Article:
22 May 2012
Type Tuesday – sticky Univers
Jonas Etter’s transient sculptures leave a bittersweet aftertaste
In the 1960s and 70s, making art with words was a way to avoid having a ‘thing’: words made it possible to replace the trace of the artist with the presence of the viewer. Artist Jonas Etter’s work both continues and inverts this tradition, turning the word itself into a ‘thing’ and a trace, writes Jane Cheng.
Top, above and below: Jonas Etter, Table (2007)
In 2006 Etter began pouring burnt sugar into moulds to make sculptures, which then melt slowly into sticky puddles.
The first sugar sculpture was a simple, traditional table (below): a transformation of the cheapest of ingredients into the most ordinary of objects. Such simplicity is, however, deceptive. For just as the sugar precedes the table, sugar cane, with its legacy of colonial exploitation and importation, precedes sugar. In each case the change of form is the result of an intervention (cultivating, harvesting, processing, boiling, pouring) that we rarely see.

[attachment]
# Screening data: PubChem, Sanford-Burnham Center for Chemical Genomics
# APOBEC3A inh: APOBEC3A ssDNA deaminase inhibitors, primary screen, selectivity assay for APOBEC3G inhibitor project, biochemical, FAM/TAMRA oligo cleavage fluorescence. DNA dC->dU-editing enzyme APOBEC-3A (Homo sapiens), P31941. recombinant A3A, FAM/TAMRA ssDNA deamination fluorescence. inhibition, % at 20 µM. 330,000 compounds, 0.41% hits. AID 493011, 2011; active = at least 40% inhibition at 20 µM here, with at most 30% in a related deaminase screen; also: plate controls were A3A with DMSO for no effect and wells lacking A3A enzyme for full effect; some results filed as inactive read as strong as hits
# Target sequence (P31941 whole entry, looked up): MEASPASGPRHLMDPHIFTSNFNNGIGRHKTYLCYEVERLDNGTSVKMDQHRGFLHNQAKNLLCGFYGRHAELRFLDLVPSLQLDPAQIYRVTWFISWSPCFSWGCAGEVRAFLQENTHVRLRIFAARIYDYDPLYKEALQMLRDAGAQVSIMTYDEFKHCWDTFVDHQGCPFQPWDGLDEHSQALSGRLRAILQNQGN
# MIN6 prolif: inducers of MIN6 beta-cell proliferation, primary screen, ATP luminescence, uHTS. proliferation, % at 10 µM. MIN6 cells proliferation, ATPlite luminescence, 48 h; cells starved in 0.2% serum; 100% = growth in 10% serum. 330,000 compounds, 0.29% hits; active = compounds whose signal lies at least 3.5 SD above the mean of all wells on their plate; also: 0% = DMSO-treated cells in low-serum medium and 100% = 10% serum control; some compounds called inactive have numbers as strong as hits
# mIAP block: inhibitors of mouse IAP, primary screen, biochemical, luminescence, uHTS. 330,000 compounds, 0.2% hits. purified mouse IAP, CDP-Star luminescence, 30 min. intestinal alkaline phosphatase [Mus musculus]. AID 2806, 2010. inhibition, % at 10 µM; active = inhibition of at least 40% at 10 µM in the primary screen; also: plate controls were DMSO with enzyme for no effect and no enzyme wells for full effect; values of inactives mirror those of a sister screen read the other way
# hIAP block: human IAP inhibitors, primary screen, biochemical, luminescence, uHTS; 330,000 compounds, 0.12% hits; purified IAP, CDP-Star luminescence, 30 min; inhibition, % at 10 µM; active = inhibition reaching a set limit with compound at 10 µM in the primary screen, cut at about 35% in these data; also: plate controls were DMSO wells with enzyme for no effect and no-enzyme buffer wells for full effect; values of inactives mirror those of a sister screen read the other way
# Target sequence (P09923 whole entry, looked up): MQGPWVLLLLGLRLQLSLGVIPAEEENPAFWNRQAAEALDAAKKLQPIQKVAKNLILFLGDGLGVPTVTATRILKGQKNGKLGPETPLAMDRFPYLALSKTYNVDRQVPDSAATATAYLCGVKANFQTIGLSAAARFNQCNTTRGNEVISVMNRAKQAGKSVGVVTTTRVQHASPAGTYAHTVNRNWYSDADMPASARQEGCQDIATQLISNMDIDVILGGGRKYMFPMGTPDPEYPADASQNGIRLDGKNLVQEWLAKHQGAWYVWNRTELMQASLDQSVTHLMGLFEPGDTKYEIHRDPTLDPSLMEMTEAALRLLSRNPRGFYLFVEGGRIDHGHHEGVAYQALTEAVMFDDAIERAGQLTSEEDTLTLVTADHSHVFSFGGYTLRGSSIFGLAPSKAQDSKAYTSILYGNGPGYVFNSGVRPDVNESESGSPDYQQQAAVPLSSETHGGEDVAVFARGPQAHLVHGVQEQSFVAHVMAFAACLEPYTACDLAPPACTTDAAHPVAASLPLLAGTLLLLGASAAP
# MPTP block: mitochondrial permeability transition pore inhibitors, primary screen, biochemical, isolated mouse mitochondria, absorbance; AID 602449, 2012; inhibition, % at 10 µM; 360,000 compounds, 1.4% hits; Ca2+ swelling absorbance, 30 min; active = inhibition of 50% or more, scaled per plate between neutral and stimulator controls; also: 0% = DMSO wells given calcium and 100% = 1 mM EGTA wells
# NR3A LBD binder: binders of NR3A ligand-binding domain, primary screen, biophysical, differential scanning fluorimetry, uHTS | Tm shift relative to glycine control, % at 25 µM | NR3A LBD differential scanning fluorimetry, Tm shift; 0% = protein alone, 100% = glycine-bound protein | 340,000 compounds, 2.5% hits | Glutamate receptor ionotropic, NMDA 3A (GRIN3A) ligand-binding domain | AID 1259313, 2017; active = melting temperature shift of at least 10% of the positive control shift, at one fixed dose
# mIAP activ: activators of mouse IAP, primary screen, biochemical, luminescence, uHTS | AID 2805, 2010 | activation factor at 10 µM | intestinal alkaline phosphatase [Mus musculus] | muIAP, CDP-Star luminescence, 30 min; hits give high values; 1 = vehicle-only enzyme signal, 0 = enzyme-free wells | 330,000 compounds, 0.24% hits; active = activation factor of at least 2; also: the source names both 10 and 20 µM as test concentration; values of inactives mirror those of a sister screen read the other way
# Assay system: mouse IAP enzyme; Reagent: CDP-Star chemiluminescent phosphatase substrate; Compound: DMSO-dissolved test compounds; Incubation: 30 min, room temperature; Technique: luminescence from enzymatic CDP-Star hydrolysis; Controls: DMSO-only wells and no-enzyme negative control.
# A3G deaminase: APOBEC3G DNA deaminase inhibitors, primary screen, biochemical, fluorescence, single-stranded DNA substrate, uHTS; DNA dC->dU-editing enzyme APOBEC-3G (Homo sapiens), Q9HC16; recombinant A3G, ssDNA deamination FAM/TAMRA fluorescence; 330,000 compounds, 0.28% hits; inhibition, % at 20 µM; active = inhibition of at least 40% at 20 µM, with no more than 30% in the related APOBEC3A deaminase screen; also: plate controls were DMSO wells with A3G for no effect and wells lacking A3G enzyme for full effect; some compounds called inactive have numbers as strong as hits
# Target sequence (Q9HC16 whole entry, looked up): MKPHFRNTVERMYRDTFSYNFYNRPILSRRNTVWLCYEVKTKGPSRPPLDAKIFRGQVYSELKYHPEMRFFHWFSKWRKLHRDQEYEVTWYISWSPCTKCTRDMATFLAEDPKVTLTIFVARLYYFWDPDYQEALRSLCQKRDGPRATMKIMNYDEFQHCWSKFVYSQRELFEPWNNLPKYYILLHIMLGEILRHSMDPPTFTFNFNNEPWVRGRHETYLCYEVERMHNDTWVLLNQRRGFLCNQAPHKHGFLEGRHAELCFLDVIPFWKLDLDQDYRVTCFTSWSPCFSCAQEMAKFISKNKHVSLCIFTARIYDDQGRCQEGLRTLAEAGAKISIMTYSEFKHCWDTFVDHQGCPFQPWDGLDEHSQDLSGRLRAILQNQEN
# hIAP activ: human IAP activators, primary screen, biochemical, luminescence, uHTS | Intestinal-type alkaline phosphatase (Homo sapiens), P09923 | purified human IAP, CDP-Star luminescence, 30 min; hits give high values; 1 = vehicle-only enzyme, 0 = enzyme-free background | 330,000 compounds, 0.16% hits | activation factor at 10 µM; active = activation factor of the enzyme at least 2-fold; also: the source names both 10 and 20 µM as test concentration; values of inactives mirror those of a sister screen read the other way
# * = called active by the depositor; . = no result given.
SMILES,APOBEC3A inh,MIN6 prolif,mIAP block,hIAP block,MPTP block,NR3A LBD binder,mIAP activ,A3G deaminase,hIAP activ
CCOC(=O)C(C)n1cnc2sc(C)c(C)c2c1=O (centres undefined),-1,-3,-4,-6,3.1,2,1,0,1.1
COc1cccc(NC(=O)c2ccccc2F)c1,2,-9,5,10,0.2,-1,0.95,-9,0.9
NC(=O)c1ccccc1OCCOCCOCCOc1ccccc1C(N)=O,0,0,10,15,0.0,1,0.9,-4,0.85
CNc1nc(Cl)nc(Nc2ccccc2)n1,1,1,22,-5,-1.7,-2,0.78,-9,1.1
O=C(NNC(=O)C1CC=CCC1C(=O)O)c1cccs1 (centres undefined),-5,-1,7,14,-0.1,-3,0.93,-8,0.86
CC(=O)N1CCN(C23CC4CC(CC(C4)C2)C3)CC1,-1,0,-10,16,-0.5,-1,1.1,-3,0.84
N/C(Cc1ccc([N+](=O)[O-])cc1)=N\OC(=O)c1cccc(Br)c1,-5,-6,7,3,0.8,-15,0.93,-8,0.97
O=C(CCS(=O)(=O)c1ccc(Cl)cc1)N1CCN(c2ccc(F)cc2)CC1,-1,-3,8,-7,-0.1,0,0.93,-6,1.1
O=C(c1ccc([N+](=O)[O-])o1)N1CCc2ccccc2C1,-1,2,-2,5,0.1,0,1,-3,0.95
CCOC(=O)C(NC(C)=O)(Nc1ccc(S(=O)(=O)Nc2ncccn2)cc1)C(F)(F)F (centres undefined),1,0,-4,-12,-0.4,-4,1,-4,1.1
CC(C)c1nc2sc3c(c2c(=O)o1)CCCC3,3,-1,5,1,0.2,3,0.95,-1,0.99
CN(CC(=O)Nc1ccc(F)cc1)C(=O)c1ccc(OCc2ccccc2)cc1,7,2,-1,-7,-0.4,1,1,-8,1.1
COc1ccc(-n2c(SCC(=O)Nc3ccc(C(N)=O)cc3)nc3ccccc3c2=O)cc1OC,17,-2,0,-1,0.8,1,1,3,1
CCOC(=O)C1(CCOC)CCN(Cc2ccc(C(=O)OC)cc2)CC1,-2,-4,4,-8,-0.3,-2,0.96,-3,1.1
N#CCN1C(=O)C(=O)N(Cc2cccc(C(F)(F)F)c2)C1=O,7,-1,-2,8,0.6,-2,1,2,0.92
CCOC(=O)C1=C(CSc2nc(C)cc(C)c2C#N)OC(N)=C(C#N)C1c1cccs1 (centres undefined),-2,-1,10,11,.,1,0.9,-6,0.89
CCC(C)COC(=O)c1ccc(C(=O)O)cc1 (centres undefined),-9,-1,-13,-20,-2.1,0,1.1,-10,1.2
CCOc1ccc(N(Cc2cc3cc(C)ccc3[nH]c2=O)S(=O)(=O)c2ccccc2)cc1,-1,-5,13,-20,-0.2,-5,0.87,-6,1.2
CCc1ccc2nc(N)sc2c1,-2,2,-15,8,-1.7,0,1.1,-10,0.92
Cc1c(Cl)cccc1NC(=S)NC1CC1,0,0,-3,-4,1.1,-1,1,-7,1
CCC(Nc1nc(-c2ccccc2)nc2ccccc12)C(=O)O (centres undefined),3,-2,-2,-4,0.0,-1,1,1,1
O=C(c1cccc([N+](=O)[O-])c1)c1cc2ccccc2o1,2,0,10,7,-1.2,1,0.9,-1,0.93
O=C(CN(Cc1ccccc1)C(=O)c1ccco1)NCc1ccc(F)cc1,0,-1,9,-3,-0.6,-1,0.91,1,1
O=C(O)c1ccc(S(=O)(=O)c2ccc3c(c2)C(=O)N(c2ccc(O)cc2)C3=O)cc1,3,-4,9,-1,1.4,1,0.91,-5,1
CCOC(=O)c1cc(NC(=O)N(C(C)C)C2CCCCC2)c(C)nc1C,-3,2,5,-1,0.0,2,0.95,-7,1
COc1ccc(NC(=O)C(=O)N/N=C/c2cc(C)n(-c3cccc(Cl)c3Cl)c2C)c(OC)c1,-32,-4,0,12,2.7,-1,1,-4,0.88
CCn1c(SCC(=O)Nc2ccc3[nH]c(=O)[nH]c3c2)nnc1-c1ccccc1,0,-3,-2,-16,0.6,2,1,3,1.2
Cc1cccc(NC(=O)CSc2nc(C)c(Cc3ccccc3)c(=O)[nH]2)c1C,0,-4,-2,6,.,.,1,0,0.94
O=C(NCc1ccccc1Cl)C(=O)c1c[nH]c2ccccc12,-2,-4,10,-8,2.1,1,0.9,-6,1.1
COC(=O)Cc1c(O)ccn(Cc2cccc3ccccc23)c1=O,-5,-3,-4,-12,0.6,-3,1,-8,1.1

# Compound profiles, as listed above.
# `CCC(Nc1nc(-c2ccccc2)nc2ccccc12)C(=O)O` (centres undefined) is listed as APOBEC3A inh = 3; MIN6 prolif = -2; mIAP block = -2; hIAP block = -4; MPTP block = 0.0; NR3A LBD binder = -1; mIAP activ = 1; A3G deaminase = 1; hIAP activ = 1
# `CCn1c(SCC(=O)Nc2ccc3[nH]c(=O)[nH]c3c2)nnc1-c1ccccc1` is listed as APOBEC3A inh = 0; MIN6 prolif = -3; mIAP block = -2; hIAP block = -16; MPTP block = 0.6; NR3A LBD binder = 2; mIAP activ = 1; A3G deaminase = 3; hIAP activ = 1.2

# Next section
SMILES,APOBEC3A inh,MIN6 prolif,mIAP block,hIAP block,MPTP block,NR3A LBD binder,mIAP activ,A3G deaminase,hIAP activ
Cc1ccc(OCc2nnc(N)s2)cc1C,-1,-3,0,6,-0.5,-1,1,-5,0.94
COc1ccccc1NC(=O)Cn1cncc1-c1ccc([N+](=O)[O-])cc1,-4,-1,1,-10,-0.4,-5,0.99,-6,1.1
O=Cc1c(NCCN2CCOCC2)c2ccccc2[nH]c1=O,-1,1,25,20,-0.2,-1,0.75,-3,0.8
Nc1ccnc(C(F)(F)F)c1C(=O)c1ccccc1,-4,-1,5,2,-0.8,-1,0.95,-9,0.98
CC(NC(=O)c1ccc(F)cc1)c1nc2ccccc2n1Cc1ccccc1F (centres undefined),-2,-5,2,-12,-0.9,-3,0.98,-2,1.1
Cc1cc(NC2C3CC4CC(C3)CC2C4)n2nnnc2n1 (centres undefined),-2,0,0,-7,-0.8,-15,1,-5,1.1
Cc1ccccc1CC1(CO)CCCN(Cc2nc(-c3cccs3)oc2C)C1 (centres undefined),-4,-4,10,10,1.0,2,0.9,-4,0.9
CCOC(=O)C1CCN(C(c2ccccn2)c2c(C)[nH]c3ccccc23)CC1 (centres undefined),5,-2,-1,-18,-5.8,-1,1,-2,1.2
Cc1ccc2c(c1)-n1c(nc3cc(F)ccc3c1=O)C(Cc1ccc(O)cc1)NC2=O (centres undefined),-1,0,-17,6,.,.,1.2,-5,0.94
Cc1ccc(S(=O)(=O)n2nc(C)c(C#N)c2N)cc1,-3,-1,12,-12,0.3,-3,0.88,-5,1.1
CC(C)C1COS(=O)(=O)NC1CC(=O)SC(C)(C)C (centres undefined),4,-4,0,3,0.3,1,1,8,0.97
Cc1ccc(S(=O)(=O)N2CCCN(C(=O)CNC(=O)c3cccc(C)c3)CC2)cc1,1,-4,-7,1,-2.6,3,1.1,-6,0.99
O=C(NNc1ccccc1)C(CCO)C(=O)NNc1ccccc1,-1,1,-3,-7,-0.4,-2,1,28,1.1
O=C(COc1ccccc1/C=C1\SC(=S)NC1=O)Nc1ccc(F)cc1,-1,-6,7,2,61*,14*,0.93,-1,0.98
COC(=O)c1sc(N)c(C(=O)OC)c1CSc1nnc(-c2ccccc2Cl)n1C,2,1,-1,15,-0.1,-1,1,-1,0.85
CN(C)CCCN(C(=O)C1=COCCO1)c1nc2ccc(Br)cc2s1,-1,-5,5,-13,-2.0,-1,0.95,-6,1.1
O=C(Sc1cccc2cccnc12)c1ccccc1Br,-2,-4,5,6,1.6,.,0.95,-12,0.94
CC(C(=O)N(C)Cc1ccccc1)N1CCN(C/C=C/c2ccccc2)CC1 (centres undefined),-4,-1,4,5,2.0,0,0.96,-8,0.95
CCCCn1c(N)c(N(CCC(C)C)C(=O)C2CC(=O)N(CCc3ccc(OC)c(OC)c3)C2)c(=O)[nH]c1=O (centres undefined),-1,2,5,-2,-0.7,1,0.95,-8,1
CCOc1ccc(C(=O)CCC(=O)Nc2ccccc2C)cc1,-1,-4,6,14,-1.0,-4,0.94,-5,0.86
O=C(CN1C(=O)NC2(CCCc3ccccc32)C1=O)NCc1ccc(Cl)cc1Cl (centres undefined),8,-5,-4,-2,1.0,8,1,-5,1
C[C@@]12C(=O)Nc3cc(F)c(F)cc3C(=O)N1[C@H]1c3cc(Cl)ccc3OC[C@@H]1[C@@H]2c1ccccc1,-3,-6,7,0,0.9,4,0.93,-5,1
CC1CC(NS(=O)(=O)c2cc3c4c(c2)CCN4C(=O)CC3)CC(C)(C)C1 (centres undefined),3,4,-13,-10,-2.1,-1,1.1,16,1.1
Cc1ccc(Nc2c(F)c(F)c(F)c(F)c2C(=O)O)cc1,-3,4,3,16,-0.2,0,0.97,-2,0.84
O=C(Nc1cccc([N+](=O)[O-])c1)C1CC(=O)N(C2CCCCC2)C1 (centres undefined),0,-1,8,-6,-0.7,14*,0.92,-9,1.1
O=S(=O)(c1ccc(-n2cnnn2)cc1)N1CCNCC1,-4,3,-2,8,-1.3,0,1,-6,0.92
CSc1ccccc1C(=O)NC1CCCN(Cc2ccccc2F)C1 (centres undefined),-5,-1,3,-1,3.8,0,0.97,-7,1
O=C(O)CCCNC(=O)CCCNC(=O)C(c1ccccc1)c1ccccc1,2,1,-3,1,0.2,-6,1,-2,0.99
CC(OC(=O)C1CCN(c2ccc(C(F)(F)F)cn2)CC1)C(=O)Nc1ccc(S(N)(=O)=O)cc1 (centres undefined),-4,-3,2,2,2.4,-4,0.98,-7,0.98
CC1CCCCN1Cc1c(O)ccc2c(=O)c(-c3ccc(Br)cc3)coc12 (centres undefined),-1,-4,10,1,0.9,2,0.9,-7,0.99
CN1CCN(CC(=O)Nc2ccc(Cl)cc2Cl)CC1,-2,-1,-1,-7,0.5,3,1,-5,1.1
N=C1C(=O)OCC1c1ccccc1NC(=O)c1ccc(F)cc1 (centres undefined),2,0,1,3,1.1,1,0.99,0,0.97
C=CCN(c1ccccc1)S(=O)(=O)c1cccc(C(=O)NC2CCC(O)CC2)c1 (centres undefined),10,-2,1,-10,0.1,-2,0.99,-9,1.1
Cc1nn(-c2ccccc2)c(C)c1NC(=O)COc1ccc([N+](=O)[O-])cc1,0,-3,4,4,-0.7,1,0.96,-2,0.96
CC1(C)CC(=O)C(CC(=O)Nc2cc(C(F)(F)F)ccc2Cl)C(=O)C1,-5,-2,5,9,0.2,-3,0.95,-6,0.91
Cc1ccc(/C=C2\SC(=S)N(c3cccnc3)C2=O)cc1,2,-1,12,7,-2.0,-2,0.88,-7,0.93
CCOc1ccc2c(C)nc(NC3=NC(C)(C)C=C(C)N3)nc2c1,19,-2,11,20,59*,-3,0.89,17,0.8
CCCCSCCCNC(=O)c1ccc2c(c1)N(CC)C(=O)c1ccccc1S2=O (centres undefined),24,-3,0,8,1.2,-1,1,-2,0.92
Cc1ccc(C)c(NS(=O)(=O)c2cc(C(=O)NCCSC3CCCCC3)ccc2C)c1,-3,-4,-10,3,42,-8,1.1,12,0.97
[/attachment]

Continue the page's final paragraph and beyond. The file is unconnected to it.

Below: Jonas Etter, Tisch (table), 2006.
The final melting of the gallery object calls the viewer’s attention both to the very real consequences of these transformations and to their paradoxical invisibility.
Then, in 2007, a second iteration of the sugar project appeared. This time Etter revived the table as its own caption, burnt sugar words spelling ‘Table / 2006 / burnt sugar / 76 x 79 x 60 cm’ (top). In the manner of Joseph Kosuth in the 1950s, Etter points out the the difference between word and object – but this time it is not the gulf between them that is the point, but their proximity (in medium) and contingency (in form). Etter uses the typeface Univers – as straightforward as a kitchen table – as a paradigmatic ideal that emphasises the materiality of the sculpture.
A third iteration, in 2008, saw the words ‘courtesy of the artist’ spelled out in the negative (below).
Above and below: Jonas Etter, Courtesy (2008).
This time the even the letters have lost their substance. Reading negative space brings the viewer’s attention beyond the concrete – beyond the table, beyond the word ‘table’, and even beyond its maker – to the process of decipherment itself. As in minimalist art the presence of viewer a once again becomes central: but this time they find themselves at the end of a less innocent series of processes involving artist, time, history and coincidence.
Jonas Etter website, jonasetter.ch.
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